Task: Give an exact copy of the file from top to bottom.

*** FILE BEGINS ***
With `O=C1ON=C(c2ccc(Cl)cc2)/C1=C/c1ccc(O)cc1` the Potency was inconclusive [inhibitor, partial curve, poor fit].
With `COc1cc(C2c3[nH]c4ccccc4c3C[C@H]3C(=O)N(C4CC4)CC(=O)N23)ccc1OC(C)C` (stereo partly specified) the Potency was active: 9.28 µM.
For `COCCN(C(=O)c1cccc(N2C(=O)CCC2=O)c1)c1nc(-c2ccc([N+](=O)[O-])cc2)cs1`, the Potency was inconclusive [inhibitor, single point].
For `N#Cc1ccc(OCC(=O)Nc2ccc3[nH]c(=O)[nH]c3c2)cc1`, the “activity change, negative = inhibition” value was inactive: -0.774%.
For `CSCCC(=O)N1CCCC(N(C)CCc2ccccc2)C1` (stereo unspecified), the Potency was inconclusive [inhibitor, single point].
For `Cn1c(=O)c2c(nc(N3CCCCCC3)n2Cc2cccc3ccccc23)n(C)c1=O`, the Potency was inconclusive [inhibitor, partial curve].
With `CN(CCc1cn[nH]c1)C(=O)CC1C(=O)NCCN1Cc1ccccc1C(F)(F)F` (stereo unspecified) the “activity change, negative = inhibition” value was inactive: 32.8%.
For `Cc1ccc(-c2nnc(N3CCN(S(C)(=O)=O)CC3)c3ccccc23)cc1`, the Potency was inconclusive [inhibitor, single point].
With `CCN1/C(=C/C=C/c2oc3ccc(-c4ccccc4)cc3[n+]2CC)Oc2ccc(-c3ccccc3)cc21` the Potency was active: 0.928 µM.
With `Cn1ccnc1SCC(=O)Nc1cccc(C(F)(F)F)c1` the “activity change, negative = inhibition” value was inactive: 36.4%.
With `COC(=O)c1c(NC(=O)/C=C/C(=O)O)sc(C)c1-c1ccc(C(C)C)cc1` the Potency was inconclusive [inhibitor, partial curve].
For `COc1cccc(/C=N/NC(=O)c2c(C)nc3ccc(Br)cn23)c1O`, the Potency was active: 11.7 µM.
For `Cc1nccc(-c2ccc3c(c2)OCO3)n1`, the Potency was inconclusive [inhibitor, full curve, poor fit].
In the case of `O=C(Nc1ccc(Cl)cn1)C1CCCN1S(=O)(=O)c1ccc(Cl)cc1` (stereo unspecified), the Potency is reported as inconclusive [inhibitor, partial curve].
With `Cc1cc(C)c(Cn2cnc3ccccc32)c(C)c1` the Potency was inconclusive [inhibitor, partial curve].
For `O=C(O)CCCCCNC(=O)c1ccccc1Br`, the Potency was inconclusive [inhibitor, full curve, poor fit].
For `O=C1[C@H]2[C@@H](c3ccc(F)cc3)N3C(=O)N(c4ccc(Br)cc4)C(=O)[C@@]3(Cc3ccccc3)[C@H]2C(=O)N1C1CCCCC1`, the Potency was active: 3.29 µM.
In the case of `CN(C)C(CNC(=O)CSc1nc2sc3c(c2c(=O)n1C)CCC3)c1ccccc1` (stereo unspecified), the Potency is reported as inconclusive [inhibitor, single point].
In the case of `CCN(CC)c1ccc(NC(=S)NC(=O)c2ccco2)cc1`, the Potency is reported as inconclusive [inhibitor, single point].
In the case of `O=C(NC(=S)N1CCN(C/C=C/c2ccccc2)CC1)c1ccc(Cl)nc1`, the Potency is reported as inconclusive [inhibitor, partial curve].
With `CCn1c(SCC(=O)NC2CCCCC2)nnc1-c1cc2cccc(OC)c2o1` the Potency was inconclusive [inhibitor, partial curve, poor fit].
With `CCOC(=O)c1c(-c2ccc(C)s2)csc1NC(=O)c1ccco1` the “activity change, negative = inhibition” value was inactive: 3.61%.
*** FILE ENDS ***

With `O=C1ON=C(c2ccc(Cl)cc2)/C1=C/c1ccc(O)cc1` the Potency was inconclusive [inhibitor, partial curve, poor fit].
With `COc1cc(C2c3[nH]c4ccccc4c3C[C@H]3C(=O)N(C4CC4)CC(=O)N23)ccc1OC(C)C` (stereo partly specified) the Potency was active: 9.28 µM.
For `COCCN(C(=O)c1cccc(N2C(=O)CCC2=O)c1)c1nc(-c2ccc([N+](=O)[O-])cc2)cs1`, the Potency was inconclusive [inhibitor, single point].
For `N#Cc1ccc(OCC(=O)Nc2ccc3[nH]c(=O)[nH]c3c2)cc1`, the “activity change, negative = inhibition” value was inactive: -0.774%.
For `CSCCC(=O)N1CCCC(N(C)CCc2ccccc2)C1` (stereo unspecified), the Potency was inconclusive [inhibitor, single point].
For `Cn1c(=O)c2c(nc(N3CCCCCC3)n2Cc2cccc3ccccc23)n(C)c1=O`, the Potency was inconclusive [inhibitor, partial curve].
With `CN(CCc1cn[nH]c1)C(=O)CC1C(=O)NCCN1Cc1ccccc1C(F)(F)F` (stereo unspecified) the “activity change, negative = inhibition” value was inactive: 32.8%.
For `Cc1ccc(-c2nnc(N3CCN(S(C)(=O)=O)CC3)c3ccccc23)cc1`, the Potency was inconclusive [inhibitor, single point].
With `CCN1/C(=C/C=C/c2oc3ccc(-c4ccccc4)cc3[n+]2CC)Oc2ccc(-c3ccccc3)cc21` the Potency was active: 0.928 µM.
With `Cn1ccnc1SCC(=O)Nc1cccc(C(F)(F)F)c1` the “activity change, negative = inhibition” value was inactive: 36.4%.
With `COC(=O)c1c(NC(=O)/C=C/C(=O)O)sc(C)c1-c1ccc(C(C)C)cc1` the Potency was inconclusive [inhibitor, partial curve].
For `COc1cccc(/C=N/NC(=O)c2c(C)nc3ccc(Br)cn23)c1O`, the Potency was active: 11.7 µM.
For `Cc1nccc(-c2ccc3c(c2)OCO3)n1`, the Potency was inconclusive [inhibitor, full curve, poor fit].
In the case of `O=C(Nc1ccc(Cl)cn1)C1CCCN1S(=O)(=O)c1ccc(Cl)cc1` (stereo unspecified), the Potency is reported as inconclusive [inhibitor, partial curve].
With `Cc1cc(C)c(Cn2cnc3ccccc32)c(C)c1` the Potency was inconclusive [inhibitor, partial curve].
For `O=C(O)CCCCCNC(=O)c1ccccc1Br`, the Potency was inconclusive [inhibitor, full curve, poor fit].
For `O=C1[C@H]2[C@@H](c3ccc(F)cc3)N3C(=O)N(c4ccc(Br)cc4)C(=O)[C@@]3(Cc3ccccc3)[C@H]2C(=O)N1C1CCCCC1`, the Potency was active: 3.29 µM.
In the case of `CN(C)C(CNC(=O)CSc1nc2sc3c(c2c(=O)n1C)CCC3)c1ccccc1` (stereo unspecified), the Potency is reported as inconclusive [inhibitor, single point].
In the case of `CCN(CC)c1ccc(NC(=S)NC(=O)c2ccco2)cc1`, the Potency is reported as inconclusive [inhibitor, single point].
In the case of `O=C(NC(=S)N1CCN(C/C=C/c2ccccc2)CC1)c1ccc(Cl)nc1`, the Potency is reported as inconclusive [inhibitor, partial curve].
With `CCn1c(SCC(=O)NC2CCCCC2)nnc1-c1cc2cccc(OC)c2o1` the Potency was inconclusive [inhibitor, partial curve, poor fit].
With `CCOC(=O)c1c(-c2ccc(C)s2)csc1NC(=O)c1ccco1` the “activity change, negative = inhibition” value was inactive: 3.61%.